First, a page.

A set of forces shaping information technology are setting up conditions for a tipping point where in-memory database technologies will become common over the next 5-10 years. Analytic workloads, dominated by read-mostly queries over numeric facts or numerically encodable dimensions are the first scenario where in-memory technologies are becoming widely adopted. Over time, in memory technologies will also be applied to transaction processing workloads.
You’ll likely hear a lot more about in-memory database technologies going forward. At Microsoft, we believe in this technology inflection point and have been shipping in-memory database technologies for some time in Microsoft Excel Power Pivot and SQL Server Analysis Services. With the introduction of SQL Server 2012, the core relational database engine will also make use of our in memory database technologies as a columnstore based index. Customers with relational data warehouse workloads using this new column based index are experiencing incredible speedups for a broad class of queries making use of this new capability.
Microsoft is also investing in other in-memory database technologies which will ship as the technology and opportunities mature. As a taste of what’s to come, we’re working on an in-memory database solution in our lab and building our real-world scenarios to demonstrate the potential. One such scenario, based upon one of Microsoft’s online services businesses, contains a fact table of 100 billion rows. In this scenario we can perform three calculations per fact – 300 billion calculations in total, with a query response time of 1/3 of a second. There are no user defined aggregations in this implementation; we actually scan over the compressed column store in real time.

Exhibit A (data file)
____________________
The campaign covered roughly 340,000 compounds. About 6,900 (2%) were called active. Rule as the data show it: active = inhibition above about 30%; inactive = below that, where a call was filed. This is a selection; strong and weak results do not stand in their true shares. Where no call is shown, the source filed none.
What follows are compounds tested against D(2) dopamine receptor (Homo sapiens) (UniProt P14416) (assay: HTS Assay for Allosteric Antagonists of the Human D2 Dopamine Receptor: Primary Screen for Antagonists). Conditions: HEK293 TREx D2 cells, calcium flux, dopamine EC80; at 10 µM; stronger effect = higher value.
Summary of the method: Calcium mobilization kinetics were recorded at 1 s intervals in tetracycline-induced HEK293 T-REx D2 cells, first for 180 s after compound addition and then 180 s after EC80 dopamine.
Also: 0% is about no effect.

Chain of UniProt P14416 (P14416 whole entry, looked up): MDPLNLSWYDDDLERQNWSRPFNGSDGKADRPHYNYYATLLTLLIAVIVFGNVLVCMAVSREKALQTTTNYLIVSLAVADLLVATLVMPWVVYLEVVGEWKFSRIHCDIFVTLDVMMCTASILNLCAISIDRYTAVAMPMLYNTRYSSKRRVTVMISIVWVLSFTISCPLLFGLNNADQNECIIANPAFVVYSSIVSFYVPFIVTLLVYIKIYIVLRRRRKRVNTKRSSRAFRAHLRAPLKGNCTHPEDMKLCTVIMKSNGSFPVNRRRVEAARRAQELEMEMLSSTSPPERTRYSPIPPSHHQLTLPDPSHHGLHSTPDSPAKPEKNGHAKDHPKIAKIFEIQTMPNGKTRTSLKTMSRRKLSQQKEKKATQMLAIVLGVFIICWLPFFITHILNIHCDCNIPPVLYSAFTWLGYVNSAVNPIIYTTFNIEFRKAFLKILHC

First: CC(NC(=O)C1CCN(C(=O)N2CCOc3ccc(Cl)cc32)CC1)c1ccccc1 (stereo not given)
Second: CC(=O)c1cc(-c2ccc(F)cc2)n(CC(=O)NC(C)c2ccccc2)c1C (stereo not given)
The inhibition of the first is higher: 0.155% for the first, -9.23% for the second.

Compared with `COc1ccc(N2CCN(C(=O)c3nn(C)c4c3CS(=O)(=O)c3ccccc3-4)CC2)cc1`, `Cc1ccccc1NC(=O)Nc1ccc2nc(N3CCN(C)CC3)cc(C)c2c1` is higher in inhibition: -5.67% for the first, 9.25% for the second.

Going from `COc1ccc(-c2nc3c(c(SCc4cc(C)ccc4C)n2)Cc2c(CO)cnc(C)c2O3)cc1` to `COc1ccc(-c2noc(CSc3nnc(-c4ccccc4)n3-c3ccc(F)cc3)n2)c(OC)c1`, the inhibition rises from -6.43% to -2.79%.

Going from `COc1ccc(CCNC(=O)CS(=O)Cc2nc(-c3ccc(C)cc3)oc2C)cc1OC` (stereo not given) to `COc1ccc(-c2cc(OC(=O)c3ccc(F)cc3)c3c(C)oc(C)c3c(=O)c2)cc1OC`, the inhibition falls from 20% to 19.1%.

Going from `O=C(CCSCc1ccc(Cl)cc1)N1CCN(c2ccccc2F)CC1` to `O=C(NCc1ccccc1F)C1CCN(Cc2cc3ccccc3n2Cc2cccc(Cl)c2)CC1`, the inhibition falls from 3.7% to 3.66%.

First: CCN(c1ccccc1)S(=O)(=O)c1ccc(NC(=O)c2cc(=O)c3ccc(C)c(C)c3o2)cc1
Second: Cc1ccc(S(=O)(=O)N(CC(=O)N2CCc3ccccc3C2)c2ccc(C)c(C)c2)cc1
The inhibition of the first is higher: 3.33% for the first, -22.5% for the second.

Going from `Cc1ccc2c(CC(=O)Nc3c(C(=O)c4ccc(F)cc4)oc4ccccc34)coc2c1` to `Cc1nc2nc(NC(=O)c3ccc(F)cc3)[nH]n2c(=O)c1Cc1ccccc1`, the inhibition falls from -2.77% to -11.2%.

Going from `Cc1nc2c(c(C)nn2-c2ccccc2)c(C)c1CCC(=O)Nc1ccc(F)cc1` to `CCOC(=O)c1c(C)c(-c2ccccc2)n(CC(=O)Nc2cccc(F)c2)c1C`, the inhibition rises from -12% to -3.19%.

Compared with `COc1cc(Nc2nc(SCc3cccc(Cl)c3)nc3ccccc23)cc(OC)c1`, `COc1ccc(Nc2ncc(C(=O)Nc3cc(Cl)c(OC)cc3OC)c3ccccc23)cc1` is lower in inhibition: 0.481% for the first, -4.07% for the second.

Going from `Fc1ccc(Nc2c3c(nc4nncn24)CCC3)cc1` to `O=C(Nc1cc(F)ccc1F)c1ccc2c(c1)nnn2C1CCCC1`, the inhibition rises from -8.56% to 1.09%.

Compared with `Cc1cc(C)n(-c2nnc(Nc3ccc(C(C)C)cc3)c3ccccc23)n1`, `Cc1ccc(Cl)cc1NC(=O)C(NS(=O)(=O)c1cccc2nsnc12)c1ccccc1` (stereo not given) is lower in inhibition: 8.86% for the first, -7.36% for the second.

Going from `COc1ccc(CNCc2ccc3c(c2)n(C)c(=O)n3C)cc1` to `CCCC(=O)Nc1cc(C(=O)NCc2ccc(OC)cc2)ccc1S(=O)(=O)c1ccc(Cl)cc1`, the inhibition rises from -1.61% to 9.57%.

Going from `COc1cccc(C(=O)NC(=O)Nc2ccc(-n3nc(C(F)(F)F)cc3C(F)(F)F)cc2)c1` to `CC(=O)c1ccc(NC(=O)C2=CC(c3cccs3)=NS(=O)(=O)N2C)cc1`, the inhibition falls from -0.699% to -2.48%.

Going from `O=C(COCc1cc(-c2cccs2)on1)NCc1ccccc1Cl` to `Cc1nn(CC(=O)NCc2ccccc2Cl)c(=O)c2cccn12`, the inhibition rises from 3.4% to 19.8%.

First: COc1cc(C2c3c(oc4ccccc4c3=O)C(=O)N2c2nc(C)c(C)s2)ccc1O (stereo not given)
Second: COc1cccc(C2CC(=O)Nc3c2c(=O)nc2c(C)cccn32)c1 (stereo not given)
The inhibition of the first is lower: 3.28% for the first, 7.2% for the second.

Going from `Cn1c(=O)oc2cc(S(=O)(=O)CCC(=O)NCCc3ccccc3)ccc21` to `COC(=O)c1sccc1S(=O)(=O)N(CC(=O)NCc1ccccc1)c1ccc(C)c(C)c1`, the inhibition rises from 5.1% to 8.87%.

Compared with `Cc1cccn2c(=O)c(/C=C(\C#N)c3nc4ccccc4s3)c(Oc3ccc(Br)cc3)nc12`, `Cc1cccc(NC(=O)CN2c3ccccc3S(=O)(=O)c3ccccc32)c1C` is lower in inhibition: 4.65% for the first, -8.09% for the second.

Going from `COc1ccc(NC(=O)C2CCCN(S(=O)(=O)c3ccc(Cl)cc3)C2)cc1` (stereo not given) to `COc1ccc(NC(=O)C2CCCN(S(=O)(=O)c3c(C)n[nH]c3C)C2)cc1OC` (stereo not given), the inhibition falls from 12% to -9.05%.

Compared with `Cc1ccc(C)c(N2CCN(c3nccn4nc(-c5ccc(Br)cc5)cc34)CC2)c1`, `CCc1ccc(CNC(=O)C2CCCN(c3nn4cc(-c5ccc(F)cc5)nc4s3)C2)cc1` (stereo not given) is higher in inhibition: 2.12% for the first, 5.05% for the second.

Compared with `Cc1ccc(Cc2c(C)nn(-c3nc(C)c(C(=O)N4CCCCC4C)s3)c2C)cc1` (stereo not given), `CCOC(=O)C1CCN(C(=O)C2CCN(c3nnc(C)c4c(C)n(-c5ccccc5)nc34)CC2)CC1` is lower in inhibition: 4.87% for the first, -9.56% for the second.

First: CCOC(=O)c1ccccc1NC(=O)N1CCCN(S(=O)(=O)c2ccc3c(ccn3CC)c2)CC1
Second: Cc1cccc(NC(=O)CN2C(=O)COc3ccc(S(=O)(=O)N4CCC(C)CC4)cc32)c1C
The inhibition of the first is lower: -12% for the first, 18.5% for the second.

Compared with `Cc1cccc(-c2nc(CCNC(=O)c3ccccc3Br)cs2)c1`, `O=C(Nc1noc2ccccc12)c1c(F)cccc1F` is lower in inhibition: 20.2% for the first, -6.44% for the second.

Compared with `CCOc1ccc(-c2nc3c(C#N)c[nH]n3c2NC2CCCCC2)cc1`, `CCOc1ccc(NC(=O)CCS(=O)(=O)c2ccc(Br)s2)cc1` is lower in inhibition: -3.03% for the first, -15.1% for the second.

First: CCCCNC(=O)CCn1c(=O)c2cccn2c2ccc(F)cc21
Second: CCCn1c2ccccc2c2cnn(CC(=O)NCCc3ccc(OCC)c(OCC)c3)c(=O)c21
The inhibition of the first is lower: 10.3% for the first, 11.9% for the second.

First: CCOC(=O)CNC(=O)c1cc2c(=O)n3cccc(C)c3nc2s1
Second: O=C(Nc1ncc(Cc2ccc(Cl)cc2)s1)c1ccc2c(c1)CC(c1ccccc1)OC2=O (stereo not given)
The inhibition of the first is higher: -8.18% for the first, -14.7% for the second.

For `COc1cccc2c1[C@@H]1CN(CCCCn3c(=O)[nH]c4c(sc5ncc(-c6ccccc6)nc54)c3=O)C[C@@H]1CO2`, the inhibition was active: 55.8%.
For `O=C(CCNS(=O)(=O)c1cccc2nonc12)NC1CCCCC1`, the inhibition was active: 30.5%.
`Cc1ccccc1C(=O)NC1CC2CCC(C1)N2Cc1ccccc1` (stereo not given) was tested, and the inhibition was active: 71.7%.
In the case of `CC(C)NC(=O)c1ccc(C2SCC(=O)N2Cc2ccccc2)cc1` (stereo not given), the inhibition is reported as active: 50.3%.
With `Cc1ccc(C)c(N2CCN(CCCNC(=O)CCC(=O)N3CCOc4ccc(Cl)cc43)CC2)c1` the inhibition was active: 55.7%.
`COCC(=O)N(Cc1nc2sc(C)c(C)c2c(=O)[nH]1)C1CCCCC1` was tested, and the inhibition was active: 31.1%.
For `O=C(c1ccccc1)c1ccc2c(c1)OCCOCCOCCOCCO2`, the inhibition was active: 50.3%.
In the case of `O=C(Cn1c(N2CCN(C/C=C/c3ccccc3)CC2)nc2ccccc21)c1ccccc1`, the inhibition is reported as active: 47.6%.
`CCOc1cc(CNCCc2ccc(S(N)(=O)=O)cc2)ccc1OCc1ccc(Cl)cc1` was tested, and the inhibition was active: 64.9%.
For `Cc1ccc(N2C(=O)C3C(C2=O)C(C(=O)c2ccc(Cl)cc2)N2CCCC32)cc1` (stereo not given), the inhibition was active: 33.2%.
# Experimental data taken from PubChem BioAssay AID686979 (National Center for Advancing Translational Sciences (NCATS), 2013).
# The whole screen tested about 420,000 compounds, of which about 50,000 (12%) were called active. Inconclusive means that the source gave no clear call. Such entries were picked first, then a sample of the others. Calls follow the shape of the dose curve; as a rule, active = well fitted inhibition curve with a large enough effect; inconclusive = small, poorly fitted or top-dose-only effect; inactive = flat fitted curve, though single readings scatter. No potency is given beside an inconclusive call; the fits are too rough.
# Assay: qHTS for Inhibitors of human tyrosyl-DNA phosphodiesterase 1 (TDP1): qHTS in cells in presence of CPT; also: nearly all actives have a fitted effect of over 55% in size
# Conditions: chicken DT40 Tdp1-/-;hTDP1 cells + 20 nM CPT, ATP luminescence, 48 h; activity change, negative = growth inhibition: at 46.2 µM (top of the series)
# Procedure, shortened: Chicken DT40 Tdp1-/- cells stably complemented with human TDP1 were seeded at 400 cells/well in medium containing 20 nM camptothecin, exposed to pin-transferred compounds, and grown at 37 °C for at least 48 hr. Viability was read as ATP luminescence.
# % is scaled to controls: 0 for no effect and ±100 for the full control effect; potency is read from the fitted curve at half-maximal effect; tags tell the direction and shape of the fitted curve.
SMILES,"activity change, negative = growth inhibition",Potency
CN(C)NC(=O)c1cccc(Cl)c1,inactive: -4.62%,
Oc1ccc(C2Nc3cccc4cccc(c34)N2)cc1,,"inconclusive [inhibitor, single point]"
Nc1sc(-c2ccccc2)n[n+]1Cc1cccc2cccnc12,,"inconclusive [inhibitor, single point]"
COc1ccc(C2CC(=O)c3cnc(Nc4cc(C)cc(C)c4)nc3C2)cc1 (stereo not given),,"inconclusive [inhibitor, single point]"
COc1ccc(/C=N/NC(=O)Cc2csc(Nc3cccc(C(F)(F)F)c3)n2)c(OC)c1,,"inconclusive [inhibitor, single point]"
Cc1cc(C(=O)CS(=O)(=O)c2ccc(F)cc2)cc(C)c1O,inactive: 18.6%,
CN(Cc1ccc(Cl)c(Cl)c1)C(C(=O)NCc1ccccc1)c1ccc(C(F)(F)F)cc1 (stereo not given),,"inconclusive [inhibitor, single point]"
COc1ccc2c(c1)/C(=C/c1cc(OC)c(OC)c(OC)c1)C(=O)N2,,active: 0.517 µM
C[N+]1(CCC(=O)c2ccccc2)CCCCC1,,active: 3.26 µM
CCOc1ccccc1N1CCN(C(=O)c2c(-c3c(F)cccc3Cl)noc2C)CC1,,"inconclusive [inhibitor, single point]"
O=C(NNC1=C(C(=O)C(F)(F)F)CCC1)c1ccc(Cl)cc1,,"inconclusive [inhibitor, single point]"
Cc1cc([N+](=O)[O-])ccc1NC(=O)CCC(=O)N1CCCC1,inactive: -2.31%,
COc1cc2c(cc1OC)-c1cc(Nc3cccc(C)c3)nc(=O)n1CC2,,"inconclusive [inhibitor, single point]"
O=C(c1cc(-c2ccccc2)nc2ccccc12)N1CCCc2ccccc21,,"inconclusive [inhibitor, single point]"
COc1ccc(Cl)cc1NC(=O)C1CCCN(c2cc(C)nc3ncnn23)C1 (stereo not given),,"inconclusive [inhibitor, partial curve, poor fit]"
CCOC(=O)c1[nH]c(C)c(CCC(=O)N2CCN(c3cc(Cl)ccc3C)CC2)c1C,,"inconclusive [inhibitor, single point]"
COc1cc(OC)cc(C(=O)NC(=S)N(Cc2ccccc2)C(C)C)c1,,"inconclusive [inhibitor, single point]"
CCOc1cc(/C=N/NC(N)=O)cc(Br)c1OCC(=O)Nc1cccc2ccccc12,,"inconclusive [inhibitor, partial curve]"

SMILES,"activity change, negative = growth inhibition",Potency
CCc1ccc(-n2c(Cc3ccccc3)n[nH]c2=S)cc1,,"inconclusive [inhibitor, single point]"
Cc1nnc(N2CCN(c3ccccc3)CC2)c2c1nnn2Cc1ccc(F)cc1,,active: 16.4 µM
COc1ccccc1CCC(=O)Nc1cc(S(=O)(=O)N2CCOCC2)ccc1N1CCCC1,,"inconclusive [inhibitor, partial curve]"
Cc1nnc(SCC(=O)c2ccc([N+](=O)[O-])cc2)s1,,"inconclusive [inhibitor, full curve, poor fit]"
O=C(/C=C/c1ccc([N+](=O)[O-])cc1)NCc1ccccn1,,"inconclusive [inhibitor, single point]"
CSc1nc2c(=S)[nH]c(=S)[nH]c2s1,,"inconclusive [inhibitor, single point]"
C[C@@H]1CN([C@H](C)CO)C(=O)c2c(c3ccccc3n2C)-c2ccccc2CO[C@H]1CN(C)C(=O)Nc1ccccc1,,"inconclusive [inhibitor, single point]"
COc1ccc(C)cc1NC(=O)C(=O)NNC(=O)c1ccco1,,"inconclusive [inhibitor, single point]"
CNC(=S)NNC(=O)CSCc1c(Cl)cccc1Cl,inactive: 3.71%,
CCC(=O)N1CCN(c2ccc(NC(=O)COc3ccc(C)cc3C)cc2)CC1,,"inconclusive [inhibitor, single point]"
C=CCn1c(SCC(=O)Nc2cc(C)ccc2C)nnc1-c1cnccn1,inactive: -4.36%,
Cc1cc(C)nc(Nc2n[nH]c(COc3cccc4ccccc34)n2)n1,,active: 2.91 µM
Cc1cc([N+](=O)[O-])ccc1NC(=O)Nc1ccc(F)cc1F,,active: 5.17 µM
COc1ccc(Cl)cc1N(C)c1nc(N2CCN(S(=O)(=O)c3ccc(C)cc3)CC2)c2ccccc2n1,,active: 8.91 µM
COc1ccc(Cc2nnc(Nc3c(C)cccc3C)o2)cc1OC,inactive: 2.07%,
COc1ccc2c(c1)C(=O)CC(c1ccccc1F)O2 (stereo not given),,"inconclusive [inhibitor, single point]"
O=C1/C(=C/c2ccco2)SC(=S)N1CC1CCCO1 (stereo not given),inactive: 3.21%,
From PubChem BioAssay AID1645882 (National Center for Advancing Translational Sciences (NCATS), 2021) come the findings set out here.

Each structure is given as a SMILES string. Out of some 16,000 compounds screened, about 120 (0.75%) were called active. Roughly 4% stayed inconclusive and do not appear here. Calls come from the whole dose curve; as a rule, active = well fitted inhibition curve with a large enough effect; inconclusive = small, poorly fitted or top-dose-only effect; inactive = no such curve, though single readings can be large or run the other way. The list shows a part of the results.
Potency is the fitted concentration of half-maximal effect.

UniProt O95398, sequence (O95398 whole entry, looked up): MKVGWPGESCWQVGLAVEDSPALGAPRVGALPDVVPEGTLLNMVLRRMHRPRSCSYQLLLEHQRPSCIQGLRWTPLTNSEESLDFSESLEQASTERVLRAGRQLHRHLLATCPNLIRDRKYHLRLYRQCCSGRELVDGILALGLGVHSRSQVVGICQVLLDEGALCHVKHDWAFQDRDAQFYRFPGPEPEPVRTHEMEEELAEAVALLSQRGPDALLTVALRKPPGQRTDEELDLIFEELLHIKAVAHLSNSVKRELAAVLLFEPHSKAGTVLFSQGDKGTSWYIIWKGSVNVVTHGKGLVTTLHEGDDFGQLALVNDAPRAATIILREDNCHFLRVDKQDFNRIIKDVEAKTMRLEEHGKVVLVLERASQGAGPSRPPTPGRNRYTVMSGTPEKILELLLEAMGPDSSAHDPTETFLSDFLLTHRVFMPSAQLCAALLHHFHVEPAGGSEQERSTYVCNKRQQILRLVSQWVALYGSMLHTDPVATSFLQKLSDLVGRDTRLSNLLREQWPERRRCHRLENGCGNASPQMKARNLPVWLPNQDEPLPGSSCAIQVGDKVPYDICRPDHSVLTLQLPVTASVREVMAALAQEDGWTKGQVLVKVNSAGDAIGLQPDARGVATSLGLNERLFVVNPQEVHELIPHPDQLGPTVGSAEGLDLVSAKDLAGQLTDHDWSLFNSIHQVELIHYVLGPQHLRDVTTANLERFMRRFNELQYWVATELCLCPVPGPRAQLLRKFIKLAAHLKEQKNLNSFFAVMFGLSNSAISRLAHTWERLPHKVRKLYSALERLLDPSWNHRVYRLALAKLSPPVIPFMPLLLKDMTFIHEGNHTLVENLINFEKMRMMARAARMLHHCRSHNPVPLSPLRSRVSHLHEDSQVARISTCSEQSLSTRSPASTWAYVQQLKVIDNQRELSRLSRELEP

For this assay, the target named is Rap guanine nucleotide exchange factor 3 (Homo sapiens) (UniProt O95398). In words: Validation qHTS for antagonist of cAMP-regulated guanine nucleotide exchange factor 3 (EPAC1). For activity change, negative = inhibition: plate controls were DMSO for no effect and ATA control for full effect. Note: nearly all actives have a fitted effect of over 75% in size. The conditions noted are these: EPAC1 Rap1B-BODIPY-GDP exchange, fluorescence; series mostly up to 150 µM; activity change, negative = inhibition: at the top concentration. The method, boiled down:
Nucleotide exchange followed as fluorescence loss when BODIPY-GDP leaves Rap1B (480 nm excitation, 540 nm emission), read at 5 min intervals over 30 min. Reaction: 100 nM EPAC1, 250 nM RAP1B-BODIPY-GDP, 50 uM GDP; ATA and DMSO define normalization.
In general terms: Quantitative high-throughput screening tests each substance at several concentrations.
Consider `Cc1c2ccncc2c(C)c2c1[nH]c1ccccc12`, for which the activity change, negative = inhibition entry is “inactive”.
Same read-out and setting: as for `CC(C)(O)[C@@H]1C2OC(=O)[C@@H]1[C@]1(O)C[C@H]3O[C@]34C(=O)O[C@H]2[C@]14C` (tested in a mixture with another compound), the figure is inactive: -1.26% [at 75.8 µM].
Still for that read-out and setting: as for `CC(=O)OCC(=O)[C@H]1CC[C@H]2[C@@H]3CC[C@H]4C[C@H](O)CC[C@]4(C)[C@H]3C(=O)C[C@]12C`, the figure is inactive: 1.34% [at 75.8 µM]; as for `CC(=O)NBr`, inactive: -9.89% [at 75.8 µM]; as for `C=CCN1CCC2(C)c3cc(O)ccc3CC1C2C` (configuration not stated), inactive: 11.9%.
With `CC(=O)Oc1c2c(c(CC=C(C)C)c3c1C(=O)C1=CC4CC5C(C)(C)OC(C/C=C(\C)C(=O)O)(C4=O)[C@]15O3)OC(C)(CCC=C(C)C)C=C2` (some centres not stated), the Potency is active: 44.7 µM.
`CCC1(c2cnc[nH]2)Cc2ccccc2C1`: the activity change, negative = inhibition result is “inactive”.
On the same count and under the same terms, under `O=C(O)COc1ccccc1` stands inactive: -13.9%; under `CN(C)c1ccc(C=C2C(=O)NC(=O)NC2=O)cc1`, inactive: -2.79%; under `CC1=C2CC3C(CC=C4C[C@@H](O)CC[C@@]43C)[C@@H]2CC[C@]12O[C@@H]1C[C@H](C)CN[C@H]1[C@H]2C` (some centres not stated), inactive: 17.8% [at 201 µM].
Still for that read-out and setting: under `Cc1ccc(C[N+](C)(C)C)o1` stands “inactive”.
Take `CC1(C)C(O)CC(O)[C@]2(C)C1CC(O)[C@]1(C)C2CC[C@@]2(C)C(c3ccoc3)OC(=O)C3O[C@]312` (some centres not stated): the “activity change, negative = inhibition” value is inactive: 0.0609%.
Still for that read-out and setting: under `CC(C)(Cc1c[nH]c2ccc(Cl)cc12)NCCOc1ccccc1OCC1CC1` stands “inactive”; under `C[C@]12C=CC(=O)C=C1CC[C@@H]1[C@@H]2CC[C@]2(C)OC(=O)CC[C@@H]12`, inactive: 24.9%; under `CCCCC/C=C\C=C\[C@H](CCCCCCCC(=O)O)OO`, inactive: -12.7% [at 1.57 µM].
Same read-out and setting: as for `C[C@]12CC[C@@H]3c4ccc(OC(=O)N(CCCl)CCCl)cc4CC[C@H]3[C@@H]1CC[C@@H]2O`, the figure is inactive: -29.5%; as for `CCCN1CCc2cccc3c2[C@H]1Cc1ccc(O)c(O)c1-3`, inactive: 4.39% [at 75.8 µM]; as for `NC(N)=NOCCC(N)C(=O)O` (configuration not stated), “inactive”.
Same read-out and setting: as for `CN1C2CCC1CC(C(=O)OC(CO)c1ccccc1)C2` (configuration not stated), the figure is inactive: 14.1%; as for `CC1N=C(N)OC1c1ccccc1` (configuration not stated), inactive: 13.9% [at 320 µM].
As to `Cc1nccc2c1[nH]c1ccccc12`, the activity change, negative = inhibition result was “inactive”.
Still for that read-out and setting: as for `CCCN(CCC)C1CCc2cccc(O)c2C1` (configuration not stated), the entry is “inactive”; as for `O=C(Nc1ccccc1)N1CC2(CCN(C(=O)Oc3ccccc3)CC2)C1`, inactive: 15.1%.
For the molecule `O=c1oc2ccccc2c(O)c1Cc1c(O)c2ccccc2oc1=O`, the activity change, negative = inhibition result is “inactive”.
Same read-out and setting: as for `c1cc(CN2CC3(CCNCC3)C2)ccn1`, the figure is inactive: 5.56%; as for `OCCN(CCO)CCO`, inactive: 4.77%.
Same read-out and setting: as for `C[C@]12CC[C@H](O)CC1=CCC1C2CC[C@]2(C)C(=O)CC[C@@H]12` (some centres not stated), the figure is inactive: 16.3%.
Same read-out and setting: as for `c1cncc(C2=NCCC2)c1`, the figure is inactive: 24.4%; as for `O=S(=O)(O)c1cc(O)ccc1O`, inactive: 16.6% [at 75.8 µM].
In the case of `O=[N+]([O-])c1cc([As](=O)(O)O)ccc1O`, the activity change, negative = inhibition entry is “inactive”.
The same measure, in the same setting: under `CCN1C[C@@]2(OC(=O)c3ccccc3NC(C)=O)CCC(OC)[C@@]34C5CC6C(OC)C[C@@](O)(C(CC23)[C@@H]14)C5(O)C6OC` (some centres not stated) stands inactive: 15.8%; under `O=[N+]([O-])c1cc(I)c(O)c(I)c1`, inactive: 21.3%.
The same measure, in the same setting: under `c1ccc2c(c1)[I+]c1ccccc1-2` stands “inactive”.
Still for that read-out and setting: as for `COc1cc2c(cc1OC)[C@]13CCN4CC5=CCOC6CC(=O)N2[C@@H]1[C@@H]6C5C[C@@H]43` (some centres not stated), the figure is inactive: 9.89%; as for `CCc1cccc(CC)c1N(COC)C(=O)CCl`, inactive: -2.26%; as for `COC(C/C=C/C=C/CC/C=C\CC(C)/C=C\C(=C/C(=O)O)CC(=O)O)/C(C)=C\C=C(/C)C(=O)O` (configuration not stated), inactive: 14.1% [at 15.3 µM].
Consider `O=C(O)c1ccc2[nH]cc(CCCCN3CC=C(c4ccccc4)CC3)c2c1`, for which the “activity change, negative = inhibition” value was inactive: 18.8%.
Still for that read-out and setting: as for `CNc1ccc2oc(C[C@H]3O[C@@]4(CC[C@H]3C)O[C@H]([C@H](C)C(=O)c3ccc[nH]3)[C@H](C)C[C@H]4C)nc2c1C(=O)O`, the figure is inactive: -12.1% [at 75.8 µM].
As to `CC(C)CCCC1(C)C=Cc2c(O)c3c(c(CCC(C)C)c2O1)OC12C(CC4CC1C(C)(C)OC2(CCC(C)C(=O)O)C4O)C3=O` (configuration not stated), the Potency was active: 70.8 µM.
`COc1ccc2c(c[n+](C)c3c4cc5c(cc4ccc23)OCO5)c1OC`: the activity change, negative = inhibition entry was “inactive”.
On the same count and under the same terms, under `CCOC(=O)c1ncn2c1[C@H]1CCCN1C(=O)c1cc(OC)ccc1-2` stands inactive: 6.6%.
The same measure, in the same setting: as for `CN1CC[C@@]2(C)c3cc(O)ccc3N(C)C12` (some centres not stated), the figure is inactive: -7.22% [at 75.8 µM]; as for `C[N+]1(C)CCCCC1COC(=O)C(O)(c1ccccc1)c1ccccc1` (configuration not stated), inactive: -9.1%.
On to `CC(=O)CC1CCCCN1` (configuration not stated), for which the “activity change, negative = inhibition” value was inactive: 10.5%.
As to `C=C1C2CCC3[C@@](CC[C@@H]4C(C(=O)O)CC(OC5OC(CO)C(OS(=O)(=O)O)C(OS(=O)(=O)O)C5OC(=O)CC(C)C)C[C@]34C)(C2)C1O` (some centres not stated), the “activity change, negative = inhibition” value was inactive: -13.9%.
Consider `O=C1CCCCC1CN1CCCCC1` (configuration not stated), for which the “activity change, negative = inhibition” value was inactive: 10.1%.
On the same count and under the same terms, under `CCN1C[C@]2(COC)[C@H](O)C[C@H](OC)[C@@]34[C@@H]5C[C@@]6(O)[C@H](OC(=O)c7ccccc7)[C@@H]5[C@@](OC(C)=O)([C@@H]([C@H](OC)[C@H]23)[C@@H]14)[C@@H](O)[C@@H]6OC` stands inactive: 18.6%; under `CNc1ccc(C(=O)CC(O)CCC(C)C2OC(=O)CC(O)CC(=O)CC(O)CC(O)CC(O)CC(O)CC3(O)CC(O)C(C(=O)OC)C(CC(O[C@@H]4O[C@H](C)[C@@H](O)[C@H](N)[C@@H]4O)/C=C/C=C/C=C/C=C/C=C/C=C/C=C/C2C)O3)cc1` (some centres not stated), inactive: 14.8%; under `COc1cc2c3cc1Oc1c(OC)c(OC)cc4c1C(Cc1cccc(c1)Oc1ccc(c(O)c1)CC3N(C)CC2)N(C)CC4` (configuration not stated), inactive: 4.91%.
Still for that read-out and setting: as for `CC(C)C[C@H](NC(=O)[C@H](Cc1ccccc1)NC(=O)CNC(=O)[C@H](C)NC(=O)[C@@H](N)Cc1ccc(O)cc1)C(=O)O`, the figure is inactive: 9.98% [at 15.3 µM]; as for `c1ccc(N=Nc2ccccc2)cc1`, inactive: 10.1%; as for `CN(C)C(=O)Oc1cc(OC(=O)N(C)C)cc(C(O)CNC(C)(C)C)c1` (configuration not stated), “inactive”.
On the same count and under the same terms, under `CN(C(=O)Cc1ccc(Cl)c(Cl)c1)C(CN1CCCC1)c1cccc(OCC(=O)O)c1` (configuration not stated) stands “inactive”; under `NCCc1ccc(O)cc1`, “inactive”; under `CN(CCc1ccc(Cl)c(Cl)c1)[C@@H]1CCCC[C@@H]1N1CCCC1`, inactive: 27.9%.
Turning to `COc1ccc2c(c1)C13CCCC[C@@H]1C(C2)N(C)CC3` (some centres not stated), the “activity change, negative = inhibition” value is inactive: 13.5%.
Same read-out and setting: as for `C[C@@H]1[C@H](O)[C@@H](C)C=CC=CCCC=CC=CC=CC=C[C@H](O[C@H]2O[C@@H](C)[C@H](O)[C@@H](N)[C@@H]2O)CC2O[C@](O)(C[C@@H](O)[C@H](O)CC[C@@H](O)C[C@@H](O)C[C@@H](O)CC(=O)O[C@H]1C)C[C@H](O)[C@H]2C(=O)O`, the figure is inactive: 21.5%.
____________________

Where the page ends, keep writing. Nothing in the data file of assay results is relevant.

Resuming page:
In memory database technologies make it an exciting time for both the people building these systems and the customers who use them. On behalf of the SQL Server product engineering team, I hope you have an opportunity to use our in-memory database technologies to solve new challenges in your own organization.
Microsoft SQL Server
 David A. Patterson. 2004. Latency lags bandwidth. Communication of ACM Vol 47, 10 (October 2004), pp. 71-75.